Selenium: Benefits for Fertility

Selenium: Benefits for Fertility

There was once a time when scientists believed that selenium was dangerous to human health. In recent decades, however, we’ve learned just how important selenium really is for many different biological processes. Of these, fertility is probably one of the most fascinating - and important.

So what made experts change their minds, and what are the benefits of selenium to reproduction?

What is Selenium?

Selenium is a mineral, but one that the human body only needs in very small amounts. As a result of this it is typically referred to as a “trace mineral”.

Selenium is surprisingly rare in nature, and isn’t found uniformly around the earth. Environmental factors can result in significant variation in the selenium content of soil - and hence the foods we eat.

Some areas of China, for example, have so much selenium in the soil that it has resulted in cases of toxicity. This explains why selenium was once considered as dangerous as lead when found in the environment.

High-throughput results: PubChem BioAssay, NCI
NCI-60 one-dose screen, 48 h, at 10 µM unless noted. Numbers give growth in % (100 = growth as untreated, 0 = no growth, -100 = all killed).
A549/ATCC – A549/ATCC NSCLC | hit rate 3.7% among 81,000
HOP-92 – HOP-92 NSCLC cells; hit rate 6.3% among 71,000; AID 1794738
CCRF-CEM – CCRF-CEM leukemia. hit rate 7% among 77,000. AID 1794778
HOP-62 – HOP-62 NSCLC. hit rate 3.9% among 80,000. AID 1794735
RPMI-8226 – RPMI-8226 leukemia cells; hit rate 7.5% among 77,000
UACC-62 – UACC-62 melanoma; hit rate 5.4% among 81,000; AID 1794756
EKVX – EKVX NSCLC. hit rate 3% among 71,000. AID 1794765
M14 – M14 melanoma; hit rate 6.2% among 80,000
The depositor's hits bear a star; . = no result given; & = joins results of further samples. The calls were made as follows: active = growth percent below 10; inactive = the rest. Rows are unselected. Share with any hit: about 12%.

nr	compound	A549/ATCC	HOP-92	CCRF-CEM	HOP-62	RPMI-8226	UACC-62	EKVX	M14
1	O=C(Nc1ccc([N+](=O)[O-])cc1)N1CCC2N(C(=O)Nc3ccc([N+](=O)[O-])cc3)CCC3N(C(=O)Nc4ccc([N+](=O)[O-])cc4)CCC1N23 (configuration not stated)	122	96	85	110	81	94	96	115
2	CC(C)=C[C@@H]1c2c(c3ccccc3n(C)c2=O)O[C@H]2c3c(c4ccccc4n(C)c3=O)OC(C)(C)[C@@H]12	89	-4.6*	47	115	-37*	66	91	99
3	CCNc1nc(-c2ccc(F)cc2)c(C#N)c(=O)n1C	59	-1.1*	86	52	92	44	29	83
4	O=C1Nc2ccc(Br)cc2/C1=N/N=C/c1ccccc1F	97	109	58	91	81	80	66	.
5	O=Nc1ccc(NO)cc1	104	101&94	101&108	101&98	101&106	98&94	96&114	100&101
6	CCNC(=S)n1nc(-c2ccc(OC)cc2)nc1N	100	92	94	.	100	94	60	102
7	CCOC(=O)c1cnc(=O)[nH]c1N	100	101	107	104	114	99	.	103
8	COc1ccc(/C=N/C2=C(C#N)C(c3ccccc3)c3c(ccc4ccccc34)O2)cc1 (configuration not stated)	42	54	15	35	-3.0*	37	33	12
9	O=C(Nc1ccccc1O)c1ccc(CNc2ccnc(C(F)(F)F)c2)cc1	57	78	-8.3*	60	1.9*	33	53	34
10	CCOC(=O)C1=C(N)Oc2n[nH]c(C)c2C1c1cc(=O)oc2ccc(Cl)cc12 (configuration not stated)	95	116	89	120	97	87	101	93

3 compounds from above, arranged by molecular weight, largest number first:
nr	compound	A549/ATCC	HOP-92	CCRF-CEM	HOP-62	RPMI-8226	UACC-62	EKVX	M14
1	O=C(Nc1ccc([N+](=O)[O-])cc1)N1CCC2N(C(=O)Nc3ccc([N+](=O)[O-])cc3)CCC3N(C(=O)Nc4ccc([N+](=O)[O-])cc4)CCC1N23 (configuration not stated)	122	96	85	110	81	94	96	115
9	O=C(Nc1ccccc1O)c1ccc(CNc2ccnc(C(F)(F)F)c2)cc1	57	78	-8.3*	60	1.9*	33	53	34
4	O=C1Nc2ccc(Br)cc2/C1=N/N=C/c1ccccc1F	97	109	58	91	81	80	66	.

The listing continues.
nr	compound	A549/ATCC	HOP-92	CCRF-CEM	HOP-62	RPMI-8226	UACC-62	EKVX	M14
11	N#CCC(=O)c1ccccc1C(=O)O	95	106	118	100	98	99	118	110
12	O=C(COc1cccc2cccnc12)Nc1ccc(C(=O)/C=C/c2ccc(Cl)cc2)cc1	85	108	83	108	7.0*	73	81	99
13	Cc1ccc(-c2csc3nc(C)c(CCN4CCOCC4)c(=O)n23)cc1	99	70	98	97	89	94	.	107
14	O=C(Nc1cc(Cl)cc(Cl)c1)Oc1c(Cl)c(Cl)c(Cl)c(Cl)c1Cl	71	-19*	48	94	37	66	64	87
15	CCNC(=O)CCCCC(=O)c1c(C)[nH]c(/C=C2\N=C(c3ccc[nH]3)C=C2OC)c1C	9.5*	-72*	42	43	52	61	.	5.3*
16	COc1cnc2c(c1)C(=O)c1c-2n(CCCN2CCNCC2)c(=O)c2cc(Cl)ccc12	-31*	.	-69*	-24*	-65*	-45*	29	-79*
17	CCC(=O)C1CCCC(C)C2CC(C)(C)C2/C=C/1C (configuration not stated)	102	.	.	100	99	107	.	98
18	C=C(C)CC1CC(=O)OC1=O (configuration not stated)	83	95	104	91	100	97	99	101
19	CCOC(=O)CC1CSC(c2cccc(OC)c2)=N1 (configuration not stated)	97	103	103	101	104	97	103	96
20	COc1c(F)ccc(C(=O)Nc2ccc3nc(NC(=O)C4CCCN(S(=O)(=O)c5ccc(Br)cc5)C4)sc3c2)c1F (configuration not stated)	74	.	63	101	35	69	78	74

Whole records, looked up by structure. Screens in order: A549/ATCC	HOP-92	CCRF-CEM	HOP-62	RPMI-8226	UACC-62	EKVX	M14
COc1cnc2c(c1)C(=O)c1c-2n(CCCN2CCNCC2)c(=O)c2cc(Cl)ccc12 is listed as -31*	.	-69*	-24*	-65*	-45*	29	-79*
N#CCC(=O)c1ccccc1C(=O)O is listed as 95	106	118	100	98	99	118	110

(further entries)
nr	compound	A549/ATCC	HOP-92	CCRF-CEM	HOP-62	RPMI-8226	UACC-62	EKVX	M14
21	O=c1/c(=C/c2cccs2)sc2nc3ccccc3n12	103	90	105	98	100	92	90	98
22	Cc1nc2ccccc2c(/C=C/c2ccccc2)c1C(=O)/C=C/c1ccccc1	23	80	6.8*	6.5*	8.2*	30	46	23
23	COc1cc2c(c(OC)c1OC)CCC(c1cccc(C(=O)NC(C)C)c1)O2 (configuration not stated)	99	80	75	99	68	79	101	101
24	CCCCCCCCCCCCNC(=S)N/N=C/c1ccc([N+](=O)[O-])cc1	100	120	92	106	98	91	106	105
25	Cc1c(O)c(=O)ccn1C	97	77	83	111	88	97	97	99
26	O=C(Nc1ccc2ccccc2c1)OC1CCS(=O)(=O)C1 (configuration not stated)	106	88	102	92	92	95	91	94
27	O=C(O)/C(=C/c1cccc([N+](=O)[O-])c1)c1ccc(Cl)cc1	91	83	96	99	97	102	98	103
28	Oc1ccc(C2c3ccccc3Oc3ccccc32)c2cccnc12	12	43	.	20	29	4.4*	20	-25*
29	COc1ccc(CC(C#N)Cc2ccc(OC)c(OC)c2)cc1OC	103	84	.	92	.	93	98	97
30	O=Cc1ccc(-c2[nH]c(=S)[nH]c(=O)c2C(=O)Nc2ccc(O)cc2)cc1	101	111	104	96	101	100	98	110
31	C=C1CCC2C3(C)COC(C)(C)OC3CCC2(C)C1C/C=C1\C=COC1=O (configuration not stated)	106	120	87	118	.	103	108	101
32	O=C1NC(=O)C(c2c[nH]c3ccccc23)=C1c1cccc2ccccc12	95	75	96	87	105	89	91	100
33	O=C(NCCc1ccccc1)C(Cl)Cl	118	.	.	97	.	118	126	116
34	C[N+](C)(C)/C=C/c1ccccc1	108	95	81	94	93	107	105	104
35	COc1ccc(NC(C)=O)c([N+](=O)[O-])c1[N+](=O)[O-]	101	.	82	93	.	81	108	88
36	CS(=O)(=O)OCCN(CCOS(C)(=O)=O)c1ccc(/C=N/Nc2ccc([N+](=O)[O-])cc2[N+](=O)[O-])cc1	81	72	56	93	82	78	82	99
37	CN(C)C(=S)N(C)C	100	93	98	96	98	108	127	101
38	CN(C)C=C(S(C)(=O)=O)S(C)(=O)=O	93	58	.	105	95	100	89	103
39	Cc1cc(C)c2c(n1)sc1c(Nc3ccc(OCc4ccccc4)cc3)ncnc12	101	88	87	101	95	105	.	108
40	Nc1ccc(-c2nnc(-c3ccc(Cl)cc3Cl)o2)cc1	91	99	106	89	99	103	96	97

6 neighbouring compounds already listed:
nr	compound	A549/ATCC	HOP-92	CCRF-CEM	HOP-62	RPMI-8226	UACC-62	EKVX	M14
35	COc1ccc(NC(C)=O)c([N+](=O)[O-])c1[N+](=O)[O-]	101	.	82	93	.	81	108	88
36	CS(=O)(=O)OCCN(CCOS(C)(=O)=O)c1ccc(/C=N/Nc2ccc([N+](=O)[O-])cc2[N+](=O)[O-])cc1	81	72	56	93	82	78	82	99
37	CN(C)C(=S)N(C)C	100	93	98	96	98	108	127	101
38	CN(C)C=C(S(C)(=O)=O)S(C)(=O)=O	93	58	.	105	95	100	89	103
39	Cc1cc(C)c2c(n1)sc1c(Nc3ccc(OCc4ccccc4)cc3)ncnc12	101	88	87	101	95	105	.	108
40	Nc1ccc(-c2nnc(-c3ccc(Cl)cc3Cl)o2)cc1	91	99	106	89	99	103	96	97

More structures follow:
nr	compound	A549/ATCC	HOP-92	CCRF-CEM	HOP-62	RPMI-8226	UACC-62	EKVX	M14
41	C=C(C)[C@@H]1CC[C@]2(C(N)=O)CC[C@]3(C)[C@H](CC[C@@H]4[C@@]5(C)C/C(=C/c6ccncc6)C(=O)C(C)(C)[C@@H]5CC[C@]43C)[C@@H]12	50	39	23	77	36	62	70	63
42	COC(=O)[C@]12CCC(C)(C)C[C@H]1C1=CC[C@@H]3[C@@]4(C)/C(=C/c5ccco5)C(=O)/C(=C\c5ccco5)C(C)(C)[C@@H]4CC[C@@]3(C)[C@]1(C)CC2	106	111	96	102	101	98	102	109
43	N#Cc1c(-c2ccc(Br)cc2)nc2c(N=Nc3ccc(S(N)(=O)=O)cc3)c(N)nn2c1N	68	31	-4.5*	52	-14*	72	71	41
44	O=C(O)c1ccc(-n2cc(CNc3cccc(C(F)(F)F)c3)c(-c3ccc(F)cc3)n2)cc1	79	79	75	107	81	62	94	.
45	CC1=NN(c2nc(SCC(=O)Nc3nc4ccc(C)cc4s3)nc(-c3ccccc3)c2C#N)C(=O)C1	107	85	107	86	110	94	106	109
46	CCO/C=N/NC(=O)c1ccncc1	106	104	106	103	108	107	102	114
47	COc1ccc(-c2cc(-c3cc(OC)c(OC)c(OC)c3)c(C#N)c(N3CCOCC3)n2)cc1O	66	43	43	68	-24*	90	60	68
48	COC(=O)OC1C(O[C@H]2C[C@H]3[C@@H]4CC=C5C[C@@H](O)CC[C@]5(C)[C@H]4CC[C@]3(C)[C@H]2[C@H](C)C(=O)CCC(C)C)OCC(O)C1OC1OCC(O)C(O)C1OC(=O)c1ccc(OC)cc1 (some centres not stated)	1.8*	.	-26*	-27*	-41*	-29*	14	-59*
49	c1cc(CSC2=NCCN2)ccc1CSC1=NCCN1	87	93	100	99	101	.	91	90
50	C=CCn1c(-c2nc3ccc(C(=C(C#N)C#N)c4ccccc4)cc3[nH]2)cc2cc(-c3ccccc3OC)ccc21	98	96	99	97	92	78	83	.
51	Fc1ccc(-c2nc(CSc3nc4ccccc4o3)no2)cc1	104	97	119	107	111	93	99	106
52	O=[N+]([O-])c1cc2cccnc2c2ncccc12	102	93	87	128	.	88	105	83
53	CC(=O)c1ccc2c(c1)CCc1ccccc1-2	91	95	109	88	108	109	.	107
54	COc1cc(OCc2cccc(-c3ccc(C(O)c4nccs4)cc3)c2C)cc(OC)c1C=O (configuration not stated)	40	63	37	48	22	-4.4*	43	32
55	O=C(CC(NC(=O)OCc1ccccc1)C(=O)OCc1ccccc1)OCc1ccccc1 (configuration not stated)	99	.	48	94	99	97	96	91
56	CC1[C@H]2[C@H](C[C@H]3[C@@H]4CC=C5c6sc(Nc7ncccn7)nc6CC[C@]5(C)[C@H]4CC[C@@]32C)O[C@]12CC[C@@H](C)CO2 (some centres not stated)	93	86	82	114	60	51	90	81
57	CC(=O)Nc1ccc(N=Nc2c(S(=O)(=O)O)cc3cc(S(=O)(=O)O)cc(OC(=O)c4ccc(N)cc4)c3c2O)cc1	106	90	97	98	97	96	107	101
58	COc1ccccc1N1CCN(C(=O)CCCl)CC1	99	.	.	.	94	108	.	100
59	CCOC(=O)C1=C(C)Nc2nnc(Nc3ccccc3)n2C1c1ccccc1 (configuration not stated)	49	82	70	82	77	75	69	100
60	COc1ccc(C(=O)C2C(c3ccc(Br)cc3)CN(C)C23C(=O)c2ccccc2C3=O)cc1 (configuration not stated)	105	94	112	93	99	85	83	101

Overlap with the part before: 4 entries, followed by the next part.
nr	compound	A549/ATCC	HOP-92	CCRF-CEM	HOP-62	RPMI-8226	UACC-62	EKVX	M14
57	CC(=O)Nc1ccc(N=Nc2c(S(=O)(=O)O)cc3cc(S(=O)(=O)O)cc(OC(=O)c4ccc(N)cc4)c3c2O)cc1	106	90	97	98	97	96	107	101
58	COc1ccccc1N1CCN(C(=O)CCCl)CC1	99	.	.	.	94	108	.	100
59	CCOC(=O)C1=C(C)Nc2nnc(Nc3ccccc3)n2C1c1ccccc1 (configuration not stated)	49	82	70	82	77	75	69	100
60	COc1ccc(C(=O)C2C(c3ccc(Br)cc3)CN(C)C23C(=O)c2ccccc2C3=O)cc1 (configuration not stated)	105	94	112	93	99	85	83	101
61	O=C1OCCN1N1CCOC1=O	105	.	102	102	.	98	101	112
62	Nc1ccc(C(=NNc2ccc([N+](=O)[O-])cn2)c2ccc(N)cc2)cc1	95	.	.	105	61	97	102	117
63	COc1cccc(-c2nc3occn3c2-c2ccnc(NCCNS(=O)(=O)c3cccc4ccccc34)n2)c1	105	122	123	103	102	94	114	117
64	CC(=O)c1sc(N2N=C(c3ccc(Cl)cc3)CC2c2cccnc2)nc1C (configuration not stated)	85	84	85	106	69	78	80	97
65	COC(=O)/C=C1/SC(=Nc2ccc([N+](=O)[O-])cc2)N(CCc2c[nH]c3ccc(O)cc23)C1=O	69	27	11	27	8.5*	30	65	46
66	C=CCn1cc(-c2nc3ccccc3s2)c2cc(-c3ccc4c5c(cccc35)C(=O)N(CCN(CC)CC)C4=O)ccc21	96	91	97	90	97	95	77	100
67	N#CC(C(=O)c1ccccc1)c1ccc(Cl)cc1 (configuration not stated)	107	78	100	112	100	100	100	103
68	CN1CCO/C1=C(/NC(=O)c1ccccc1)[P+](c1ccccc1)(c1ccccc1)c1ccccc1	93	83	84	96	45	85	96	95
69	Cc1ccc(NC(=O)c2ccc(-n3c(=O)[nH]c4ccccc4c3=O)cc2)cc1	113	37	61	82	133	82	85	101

At the other end of the scale, however, some parts of the world are so deficient in selenium that certain health-related health conditions are common. So common, indeed, that the conditions themselves have been named after the areas affected.

The key message here is that when it comes to selenium both a deficiency and an overdose can be equally dangerous. The key is getting just the right amount.

What Does Selenium Actually Do?

Possibly the best-known health benefit of selenium is in supporting the immune system. It seems that selenium acts rather like vitamin E, offering antioxidant benefits.

Selenium can not only help to keep beneficial cells safe from free radical damage, but can also help to attack and destroy less welcome cells. Some studies have even shown that this effect can be so potent as to reduce the incidence of some cancers when levels are sufficient.

Repeated studies have suggested that this same property is also central to selenium’s effect on fertility.

Benefits of Selenium for Male Fertility